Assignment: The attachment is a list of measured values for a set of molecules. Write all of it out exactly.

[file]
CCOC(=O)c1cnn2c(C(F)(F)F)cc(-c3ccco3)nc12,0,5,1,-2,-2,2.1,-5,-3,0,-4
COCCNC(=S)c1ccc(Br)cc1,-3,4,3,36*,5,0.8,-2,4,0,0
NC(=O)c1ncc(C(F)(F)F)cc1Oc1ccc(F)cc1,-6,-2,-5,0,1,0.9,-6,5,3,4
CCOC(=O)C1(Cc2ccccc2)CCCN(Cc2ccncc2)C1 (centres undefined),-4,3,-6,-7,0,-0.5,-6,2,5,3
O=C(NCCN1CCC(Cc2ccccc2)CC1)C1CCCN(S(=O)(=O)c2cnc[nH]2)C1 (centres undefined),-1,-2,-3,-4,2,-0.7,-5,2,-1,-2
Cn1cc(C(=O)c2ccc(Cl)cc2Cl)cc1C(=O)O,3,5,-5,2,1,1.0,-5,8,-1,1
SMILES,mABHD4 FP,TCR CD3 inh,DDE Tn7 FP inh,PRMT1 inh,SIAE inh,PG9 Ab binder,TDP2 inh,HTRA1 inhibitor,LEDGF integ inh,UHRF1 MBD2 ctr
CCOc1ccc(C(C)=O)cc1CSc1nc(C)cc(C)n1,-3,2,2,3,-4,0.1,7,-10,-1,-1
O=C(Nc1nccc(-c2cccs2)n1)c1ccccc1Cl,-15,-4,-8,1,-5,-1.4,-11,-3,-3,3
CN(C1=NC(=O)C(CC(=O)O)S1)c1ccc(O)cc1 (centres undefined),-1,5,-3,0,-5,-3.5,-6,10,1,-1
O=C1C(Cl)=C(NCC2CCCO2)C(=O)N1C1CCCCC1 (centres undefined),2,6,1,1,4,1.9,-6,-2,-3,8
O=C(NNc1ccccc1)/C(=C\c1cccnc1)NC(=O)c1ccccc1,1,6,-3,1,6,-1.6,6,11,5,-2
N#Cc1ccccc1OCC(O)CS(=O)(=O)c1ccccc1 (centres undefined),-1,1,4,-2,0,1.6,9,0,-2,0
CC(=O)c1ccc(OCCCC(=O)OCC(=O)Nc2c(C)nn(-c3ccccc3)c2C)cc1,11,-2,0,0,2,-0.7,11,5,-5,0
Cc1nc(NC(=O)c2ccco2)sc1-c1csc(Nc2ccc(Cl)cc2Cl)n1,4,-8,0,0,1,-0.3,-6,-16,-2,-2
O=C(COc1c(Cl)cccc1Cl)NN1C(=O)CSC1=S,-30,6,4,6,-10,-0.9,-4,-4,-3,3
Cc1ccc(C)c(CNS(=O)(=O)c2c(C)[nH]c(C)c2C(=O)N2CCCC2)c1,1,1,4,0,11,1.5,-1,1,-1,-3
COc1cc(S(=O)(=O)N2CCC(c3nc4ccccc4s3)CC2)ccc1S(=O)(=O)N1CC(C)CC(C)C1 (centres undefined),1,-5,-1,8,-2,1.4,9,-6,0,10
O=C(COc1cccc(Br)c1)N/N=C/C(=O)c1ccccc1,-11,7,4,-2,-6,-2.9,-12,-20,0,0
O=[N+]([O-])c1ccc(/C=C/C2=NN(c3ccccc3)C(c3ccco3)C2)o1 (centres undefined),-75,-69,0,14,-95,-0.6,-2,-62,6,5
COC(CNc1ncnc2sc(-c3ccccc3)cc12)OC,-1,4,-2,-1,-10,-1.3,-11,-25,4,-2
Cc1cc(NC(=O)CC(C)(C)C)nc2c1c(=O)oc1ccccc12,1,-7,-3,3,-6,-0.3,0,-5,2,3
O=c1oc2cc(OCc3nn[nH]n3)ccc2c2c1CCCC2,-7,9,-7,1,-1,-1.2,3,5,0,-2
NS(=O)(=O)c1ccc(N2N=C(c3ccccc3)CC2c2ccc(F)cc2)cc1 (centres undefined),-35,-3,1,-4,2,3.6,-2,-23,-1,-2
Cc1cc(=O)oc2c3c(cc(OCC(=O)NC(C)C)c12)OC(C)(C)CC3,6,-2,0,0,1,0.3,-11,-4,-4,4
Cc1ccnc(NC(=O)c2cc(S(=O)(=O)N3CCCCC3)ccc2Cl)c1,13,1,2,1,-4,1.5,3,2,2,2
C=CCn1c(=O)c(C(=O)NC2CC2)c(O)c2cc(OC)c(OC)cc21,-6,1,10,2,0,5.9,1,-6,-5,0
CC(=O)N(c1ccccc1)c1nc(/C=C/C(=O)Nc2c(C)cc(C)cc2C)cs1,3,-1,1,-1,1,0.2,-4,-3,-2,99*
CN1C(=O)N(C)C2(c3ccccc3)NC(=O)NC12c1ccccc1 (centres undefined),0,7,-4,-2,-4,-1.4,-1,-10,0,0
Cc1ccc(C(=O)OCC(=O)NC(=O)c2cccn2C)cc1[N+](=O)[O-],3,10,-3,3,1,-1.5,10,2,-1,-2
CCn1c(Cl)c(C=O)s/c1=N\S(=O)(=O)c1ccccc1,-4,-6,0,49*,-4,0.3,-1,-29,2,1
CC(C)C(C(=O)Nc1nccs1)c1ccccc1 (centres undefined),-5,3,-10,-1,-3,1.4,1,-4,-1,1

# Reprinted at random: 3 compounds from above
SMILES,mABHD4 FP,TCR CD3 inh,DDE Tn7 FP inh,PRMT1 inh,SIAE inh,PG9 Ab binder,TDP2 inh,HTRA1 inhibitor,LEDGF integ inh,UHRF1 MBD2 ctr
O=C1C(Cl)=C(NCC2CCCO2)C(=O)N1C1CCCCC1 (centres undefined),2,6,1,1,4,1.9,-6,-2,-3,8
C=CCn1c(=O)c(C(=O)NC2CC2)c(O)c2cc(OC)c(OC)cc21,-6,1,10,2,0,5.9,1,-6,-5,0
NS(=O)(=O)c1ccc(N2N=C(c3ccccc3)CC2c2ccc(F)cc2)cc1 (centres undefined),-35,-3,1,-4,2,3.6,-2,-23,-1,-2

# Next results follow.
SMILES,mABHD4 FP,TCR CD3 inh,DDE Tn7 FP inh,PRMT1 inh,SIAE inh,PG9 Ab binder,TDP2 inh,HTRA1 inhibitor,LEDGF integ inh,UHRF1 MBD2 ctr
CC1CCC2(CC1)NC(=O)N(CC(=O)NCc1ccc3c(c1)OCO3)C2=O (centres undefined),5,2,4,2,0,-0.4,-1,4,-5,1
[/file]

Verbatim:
CCOC(=O)c1cnn2c(C(F)(F)F)cc(-c3ccco3)nc12,0,5,1,-2,-2,2.1,-5,-3,0,-4
COCCNC(=S)c1ccc(Br)cc1,-3,4,3,36*,5,0.8,-2,4,0,0
NC(=O)c1ncc(C(F)(F)F)cc1Oc1ccc(F)cc1,-6,-2,-5,0,1,0.9,-6,5,3,4
CCOC(=O)C1(Cc2ccccc2)CCCN(Cc2ccncc2)C1 (centres undefined),-4,3,-6,-7,0,-0.5,-6,2,5,3
O=C(NCCN1CCC(Cc2ccccc2)CC1)C1CCCN(S(=O)(=O)c2cnc[nH]2)C1 (centres undefined),-1,-2,-3,-4,2,-0.7,-5,2,-1,-2
Cn1cc(C(=O)c2ccc(Cl)cc2Cl)cc1C(=O)O,3,5,-5,2,1,1.0,-5,8,-1,1
SMILES,mABHD4 FP,TCR CD3 inh,DDE Tn7 FP inh,PRMT1 inh,SIAE inh,PG9 Ab binder,TDP2 inh,HTRA1 inhibitor,LEDGF integ inh,UHRF1 MBD2 ctr
CCOc1ccc(C(C)=O)cc1CSc1nc(C)cc(C)n1,-3,2,2,3,-4,0.1,7,-10,-1,-1
O=C(Nc1nccc(-c2cccs2)n1)c1ccccc1Cl,-15,-4,-8,1,-5,-1.4,-11,-3,-3,3
CN(C1=NC(=O)C(CC(=O)O)S1)c1ccc(O)cc1 (centres undefined),-1,5,-3,0,-5,-3.5,-6,10,1,-1
O=C1C(Cl)=C(NCC2CCCO2)C(=O)N1C1CCCCC1 (centres undefined),2,6,1,1,4,1.9,-6,-2,-3,8
O=C(NNc1ccccc1)/C(=C\c1cccnc1)NC(=O)c1ccccc1,1,6,-3,1,6,-1.6,6,11,5,-2
N#Cc1ccccc1OCC(O)CS(=O)(=O)c1ccccc1 (centres undefined),-1,1,4,-2,0,1.6,9,0,-2,0
CC(=O)c1ccc(OCCCC(=O)OCC(=O)Nc2c(C)nn(-c3ccccc3)c2C)cc1,11,-2,0,0,2,-0.7,11,5,-5,0
Cc1nc(NC(=O)c2ccco2)sc1-c1csc(Nc2ccc(Cl)cc2Cl)n1,4,-8,0,0,1,-0.3,-6,-16,-2,-2
O=C(COc1c(Cl)cccc1Cl)NN1C(=O)CSC1=S,-30,6,4,6,-10,-0.9,-4,-4,-3,3
Cc1ccc(C)c(CNS(=O)(=O)c2c(C)[nH]c(C)c2C(=O)N2CCCC2)c1,1,1,4,0,11,1.5,-1,1,-1,-3
COc1cc(S(=O)(=O)N2CCC(c3nc4ccccc4s3)CC2)ccc1S(=O)(=O)N1CC(C)CC(C)C1 (centres undefined),1,-5,-1,8,-2,1.4,9,-6,0,10
O=C(COc1cccc(Br)c1)N/N=C/C(=O)c1ccccc1,-11,7,4,-2,-6,-2.9,-12,-20,0,0
O=[N+]([O-])c1ccc(/C=C/C2=NN(c3ccccc3)C(c3ccco3)C2)o1 (centres undefined),-75,-69,0,14,-95,-0.6,-2,-62,6,5
COC(CNc1ncnc2sc(-c3ccccc3)cc12)OC,-1,4,-2,-1,-10,-1.3,-11,-25,4,-2
Cc1cc(NC(=O)CC(C)(C)C)nc2c1c(=O)oc1ccccc12,1,-7,-3,3,-6,-0.3,0,-5,2,3
O=c1oc2cc(OCc3nn[nH]n3)ccc2c2c1CCCC2,-7,9,-7,1,-1,-1.2,3,5,0,-2
NS(=O)(=O)c1ccc(N2N=C(c3ccccc3)CC2c2ccc(F)cc2)cc1 (centres undefined),-35,-3,1,-4,2,3.6,-2,-23,-1,-2
Cc1cc(=O)oc2c3c(cc(OCC(=O)NC(C)C)c12)OC(C)(C)CC3,6,-2,0,0,1,0.3,-11,-4,-4,4
Cc1ccnc(NC(=O)c2cc(S(=O)(=O)N3CCCCC3)ccc2Cl)c1,13,1,2,1,-4,1.5,3,2,2,2
C=CCn1c(=O)c(C(=O)NC2CC2)c(O)c2cc(OC)c(OC)cc21,-6,1,10,2,0,5.9,1,-6,-5,0
CC(=O)N(c1ccccc1)c1nc(/C=C/C(=O)Nc2c(C)cc(C)cc2C)cs1,3,-1,1,-1,1,0.2,-4,-3,-2,99*
CN1C(=O)N(C)C2(c3ccccc3)NC(=O)NC12c1ccccc1 (centres undefined),0,7,-4,-2,-4,-1.4,-1,-10,0,0
Cc1ccc(C(=O)OCC(=O)NC(=O)c2cccn2C)cc1[N+](=O)[O-],3,10,-3,3,1,-1.5,10,2,-1,-2
CCn1c(Cl)c(C=O)s/c1=N\S(=O)(=O)c1ccccc1,-4,-6,0,49*,-4,0.3,-1,-29,2,1
CC(C)C(C(=O)Nc1nccs1)c1ccccc1 (centres undefined),-5,3,-10,-1,-3,1.4,1,-4,-1,1

# Reprinted at random: 3 compounds from above
SMILES,mABHD4 FP,TCR CD3 inh,DDE Tn7 FP inh,PRMT1 inh,SIAE inh,PG9 Ab binder,TDP2 inh,HTRA1 inhibitor,LEDGF integ inh,UHRF1 MBD2 ctr
O=C1C(Cl)=C(NCC2CCCO2)C(=O)N1C1CCCCC1 (centres undefined),2,6,1,1,4,1.9,-6,-2,-3,8
C=CCn1c(=O)c(C(=O)NC2CC2)c(O)c2cc(OC)c(OC)cc21,-6,1,10,2,0,5.9,1,-6,-5,0
NS(=O)(=O)c1ccc(N2N=C(c3ccccc3)CC2c2ccc(F)cc2)cc1 (centres undefined),-35,-3,1,-4,2,3.6,-2,-23,-1,-2

# Next results follow.
SMILES,mABHD4 FP,TCR CD3 inh,DDE Tn7 FP inh,PRMT1 inh,SIAE inh,PG9 Ab binder,TDP2 inh,HTRA1 inhibitor,LEDGF integ inh,UHRF1 MBD2 ctr
CC1CCC2(CC1)NC(=O)N(CC(=O)NCc1ccc3c(c1)OCO3)C2=O (centres undefined),5,2,4,2,0,-0.4,-1,4,-5,1